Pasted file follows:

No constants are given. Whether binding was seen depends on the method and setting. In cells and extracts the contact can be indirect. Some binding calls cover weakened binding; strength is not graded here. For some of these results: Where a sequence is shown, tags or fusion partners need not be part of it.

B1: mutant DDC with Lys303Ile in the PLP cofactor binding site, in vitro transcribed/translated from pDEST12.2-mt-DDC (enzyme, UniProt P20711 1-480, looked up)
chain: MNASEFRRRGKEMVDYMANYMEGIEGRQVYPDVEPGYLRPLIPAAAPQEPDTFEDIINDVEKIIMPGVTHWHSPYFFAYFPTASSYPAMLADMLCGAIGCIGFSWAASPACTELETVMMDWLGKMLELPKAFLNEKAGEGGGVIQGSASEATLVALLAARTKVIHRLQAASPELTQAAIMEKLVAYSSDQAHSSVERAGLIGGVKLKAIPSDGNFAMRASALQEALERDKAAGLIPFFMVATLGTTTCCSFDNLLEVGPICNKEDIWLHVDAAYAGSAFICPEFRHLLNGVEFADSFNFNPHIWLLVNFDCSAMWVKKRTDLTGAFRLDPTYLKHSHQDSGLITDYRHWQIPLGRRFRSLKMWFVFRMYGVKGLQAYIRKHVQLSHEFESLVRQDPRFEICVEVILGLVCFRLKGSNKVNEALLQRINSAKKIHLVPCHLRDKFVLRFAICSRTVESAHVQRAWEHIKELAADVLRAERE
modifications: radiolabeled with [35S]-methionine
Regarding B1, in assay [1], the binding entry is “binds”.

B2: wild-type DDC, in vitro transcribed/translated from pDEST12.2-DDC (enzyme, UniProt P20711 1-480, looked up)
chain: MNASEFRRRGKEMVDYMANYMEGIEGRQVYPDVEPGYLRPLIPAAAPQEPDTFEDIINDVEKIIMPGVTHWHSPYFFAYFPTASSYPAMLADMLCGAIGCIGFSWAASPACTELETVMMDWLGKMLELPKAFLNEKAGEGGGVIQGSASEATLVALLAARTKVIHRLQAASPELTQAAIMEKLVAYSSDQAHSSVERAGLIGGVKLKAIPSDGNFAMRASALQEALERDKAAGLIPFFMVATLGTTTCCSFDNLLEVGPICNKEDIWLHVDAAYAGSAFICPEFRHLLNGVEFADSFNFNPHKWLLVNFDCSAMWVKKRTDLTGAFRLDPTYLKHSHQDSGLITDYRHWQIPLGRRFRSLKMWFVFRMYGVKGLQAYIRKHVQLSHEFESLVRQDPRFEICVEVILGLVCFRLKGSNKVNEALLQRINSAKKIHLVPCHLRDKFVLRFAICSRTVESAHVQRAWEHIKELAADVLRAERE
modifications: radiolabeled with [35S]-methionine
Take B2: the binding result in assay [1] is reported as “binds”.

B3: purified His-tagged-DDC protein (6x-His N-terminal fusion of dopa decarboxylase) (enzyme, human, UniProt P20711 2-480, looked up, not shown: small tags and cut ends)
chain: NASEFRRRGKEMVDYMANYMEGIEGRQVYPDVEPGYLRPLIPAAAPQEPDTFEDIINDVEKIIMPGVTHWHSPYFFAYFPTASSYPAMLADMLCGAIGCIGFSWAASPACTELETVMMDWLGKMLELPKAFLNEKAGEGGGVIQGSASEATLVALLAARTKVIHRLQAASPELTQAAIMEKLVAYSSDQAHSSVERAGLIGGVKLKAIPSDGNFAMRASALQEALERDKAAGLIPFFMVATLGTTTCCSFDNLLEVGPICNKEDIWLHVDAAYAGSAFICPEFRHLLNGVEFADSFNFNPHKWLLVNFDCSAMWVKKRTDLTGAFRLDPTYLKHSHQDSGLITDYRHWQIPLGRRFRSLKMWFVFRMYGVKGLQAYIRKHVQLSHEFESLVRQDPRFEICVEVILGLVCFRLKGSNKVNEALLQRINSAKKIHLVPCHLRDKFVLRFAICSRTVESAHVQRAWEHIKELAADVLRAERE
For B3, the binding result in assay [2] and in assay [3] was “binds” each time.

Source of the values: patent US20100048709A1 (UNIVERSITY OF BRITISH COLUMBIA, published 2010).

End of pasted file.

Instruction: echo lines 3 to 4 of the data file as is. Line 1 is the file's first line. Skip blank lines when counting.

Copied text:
chain: MNASEFRRRGKEMVDYMANYMEGIEGRQVYPDVEPGYLRPLIPAAAPQEPDTFEDIINDVEKIIMPGVTHWHSPYFFAYFPTASSYPAMLADMLCGAIGCIGFSWAASPACTELETVMMDWLGKMLELPKAFLNEKAGEGGGVIQGSASEATLVALLAARTKVIHRLQAASPELTQAAIMEKLVAYSSDQAHSSVERAGLIGGVKLKAIPSDGNFAMRASALQEALERDKAAGLIPFFMVATLGTTTCCSFDNLLEVGPICNKEDIWLHVDAAYAGSAFICPEFRHLLNGVEFADSFNFNPHIWLLVNFDCSAMWVKKRTDLTGAFRLDPTYLKHSHQDSGLITDYRHWQIPLGRRFRSLKMWFVFRMYGVKGLQAYIRKHVQLSHEFESLVRQDPRFEICVEVILGLVCFRLKGSNKVNEALLQRINSAKKIHLVPCHLRDKFVLRFAICSRTVESAHVQRAWEHIKELAADVLRAERE
modifications: radiolabeled with [35S]-methionine